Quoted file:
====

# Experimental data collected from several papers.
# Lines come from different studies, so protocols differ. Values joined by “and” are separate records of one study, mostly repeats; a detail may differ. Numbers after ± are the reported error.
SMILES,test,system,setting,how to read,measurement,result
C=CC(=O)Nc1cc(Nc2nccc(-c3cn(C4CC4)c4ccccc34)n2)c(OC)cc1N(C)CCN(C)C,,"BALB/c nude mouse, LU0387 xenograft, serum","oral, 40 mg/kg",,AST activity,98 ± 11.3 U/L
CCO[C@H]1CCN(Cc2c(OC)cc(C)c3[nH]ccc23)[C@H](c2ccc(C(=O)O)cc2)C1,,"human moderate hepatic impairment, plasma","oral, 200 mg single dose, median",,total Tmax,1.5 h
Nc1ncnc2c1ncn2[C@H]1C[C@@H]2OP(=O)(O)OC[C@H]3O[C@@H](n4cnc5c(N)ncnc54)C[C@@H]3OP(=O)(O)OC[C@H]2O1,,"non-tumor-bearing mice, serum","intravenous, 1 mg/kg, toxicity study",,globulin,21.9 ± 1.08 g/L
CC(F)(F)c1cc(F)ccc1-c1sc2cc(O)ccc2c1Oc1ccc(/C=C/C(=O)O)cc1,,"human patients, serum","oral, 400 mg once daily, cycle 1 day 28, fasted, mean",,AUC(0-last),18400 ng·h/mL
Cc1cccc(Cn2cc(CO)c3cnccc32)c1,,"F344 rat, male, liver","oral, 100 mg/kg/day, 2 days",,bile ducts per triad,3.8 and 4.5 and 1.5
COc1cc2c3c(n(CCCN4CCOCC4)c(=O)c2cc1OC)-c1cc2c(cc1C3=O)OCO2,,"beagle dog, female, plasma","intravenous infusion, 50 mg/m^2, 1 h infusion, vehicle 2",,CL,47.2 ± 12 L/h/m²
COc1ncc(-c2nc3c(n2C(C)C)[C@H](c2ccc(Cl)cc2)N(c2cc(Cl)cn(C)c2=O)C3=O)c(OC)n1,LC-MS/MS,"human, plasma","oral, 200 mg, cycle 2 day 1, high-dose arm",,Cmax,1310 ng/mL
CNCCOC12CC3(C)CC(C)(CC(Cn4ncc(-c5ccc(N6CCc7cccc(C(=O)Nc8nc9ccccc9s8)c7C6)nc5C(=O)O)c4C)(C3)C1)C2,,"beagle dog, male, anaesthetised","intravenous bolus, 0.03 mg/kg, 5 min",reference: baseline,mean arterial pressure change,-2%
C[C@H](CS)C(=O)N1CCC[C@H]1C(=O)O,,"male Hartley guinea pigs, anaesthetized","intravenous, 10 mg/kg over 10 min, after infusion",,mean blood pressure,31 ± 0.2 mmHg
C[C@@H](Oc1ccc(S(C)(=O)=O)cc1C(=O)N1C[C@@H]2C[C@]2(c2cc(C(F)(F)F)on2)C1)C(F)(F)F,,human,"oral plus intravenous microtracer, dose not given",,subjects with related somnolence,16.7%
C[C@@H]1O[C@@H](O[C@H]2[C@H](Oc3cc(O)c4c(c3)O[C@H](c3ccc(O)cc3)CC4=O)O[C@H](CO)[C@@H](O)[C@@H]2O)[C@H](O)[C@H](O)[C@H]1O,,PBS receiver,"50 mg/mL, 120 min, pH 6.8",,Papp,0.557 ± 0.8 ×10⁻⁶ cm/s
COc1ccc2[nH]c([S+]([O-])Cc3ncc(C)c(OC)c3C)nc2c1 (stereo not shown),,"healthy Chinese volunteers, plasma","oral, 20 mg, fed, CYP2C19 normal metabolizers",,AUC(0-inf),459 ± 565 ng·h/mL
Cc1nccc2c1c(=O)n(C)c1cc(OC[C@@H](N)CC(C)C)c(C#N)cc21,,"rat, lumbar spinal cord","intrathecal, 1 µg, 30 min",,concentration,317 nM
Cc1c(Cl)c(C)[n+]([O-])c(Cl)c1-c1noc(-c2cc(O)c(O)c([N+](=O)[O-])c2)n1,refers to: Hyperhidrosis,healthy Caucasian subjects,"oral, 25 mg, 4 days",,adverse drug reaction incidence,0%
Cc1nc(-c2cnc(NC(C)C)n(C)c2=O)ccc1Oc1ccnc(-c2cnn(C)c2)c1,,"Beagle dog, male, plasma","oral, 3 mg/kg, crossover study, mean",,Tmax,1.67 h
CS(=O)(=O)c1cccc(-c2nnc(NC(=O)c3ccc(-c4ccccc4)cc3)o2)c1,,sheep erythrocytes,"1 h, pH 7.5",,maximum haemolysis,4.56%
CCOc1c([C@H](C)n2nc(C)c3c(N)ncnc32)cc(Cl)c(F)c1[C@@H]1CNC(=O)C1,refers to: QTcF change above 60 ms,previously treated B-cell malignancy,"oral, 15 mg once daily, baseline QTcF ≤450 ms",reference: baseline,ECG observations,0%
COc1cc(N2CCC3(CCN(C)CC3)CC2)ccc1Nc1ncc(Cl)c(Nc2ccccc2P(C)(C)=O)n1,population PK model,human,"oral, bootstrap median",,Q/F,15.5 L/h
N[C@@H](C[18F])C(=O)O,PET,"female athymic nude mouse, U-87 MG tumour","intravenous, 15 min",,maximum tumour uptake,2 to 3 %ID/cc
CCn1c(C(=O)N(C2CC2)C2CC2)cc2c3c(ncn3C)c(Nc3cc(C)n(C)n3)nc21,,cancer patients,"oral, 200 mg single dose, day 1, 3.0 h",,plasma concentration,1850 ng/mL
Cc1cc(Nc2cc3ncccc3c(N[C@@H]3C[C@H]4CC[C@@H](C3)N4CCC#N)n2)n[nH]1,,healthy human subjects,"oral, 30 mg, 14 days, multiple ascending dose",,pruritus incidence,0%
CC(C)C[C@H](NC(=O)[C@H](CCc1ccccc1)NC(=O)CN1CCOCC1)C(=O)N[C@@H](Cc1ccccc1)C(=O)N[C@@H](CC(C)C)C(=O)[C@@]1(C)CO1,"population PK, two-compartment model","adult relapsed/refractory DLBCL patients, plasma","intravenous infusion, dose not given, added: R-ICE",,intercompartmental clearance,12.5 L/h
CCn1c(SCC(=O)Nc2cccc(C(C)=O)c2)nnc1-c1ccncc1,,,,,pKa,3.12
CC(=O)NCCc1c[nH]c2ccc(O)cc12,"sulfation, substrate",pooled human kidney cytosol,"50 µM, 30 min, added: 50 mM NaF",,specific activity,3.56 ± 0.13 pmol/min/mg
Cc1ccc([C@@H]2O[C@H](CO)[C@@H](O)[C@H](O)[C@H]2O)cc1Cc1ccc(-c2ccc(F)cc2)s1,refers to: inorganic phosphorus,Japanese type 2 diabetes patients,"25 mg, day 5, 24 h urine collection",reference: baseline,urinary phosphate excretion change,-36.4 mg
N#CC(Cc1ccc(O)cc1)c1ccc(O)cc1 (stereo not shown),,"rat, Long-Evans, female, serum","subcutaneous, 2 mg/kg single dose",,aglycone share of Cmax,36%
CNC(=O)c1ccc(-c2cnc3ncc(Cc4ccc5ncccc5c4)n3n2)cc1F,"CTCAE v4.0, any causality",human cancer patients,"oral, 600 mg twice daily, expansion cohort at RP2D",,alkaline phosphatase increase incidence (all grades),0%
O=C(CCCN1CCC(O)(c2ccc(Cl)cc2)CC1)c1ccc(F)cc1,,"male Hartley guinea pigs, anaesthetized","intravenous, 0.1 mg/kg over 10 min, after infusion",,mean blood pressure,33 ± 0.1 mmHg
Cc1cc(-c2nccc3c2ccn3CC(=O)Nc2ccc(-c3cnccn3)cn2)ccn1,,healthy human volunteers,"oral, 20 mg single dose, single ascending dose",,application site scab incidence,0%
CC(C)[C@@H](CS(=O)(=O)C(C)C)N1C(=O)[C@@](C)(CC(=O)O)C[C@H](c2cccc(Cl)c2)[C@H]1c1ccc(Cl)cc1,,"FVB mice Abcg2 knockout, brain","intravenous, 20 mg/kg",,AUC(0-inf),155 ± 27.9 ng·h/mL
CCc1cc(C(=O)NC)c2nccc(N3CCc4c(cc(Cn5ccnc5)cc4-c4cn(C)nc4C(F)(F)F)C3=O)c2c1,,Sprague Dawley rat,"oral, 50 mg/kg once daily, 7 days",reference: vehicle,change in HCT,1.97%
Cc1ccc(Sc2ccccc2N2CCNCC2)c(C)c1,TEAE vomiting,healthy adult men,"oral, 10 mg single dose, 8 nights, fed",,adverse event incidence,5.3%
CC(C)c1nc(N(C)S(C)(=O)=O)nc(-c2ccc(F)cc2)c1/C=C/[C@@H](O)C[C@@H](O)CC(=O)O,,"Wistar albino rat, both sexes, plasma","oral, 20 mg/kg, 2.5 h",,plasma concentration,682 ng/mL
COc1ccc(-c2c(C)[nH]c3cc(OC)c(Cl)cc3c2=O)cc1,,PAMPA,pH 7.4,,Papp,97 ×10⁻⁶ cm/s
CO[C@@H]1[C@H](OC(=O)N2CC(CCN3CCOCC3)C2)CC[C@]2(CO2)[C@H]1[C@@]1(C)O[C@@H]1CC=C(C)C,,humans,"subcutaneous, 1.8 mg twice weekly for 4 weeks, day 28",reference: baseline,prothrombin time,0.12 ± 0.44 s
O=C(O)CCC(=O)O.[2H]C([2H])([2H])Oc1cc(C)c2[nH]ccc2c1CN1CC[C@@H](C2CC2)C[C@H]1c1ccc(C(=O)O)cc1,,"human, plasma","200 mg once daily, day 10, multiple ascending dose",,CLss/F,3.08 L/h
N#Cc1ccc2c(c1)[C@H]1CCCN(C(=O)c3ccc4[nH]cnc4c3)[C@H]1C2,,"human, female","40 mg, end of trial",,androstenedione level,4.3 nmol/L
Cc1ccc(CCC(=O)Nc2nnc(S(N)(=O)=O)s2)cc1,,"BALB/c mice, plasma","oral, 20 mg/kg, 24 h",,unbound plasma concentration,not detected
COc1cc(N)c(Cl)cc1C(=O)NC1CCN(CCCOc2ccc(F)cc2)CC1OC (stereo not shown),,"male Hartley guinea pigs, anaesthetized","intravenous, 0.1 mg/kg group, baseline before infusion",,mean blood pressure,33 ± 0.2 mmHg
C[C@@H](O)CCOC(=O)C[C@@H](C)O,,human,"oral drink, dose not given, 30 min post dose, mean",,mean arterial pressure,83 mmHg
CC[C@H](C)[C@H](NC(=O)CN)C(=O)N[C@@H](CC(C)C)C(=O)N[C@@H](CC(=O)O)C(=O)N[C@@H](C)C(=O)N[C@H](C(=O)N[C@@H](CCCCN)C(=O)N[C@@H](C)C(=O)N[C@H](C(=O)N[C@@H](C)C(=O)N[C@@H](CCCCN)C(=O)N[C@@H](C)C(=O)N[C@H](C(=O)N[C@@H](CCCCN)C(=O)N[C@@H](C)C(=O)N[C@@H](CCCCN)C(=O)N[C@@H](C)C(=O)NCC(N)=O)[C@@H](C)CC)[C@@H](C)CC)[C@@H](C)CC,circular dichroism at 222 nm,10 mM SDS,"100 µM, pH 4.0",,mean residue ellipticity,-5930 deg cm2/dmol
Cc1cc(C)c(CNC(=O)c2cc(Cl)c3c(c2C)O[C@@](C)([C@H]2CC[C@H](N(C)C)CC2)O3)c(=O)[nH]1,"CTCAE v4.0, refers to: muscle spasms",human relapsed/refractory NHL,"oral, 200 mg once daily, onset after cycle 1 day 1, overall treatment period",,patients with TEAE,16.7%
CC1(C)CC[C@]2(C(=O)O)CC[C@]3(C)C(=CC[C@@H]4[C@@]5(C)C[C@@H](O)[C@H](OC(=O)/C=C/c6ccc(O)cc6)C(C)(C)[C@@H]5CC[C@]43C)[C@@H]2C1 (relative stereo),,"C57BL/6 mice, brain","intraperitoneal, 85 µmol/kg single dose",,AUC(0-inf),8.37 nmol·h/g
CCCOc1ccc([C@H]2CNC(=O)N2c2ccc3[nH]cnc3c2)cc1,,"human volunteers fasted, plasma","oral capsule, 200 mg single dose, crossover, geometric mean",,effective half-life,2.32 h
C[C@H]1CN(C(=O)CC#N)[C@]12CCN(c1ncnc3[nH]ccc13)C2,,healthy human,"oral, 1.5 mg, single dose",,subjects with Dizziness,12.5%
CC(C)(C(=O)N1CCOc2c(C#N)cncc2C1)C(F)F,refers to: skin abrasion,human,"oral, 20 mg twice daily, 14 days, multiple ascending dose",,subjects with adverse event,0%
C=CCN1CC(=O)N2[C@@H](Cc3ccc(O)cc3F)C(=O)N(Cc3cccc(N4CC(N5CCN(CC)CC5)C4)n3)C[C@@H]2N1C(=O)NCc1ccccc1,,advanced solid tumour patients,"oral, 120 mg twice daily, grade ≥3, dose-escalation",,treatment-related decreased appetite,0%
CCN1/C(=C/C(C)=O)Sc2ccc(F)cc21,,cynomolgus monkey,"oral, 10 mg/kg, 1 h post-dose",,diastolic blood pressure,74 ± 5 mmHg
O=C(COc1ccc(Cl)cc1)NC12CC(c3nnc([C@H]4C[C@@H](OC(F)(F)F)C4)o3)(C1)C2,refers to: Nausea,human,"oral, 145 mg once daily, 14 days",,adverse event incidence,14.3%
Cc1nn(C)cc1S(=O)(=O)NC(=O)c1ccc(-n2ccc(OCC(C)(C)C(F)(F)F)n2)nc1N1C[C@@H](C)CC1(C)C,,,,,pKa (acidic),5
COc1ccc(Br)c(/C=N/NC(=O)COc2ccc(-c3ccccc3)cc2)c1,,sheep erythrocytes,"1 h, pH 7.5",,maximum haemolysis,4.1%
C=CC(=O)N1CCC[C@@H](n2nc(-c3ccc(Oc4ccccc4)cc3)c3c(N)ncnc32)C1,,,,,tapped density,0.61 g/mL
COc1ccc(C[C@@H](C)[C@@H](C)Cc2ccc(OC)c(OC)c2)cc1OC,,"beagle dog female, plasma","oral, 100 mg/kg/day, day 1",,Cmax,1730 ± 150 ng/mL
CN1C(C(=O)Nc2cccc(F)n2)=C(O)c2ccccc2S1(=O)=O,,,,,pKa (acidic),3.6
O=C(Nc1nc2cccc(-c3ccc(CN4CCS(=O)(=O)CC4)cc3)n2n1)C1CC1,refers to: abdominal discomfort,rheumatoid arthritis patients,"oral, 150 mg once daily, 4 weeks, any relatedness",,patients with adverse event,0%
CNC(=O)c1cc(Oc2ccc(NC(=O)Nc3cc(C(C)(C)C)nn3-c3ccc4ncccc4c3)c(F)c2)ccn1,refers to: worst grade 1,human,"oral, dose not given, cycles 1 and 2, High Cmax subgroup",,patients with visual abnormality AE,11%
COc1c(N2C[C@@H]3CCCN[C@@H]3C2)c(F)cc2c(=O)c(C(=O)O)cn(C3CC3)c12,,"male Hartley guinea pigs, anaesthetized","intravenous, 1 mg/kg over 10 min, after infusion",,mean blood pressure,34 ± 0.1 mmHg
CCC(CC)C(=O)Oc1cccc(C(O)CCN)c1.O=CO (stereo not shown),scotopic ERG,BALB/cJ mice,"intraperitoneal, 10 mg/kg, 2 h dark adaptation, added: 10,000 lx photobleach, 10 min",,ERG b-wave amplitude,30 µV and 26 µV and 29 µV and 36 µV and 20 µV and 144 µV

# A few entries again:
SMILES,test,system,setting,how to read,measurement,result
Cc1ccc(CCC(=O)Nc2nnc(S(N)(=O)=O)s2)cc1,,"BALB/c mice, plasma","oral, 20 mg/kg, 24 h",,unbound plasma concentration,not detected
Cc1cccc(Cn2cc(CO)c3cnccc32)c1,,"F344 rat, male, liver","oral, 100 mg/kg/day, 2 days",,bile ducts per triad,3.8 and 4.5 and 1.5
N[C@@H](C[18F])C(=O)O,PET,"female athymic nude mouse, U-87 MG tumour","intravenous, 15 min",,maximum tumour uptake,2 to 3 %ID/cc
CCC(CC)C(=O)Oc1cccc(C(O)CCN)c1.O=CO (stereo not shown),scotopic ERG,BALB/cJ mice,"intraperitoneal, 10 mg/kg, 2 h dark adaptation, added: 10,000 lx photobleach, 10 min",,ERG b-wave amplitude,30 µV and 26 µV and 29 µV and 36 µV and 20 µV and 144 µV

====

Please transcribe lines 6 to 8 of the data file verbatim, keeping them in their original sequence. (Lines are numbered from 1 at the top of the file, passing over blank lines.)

Nc1ncnc2c1ncn2[C@H]1C[C@@H]2OP(=O)(O)OC[C@H]3O[C@@H](n4cnc5c(N)ncnc54)C[C@@H]3OP(=O)(O)OC[C@H]2O1,,"non-tumor-bearing mice, serum","intravenous, 1 mg/kg, toxicity study",,globulin,21.9 ± 1.08 g/L
CC(F)(F)c1cc(F)ccc1-c1sc2cc(O)ccc2c1Oc1ccc(/C=C/C(=O)O)cc1,,"human patients, serum","oral, 400 mg once daily, cycle 1 day 28, fasted, mean",,AUC(0-last),18400 ng·h/mL
Cc1cccc(Cn2cc(CO)c3cnccc32)c1,,"F344 rat, male, liver","oral, 100 mg/kg/day, 2 days",,bile ducts per triad,3.8 and 4.5 and 1.5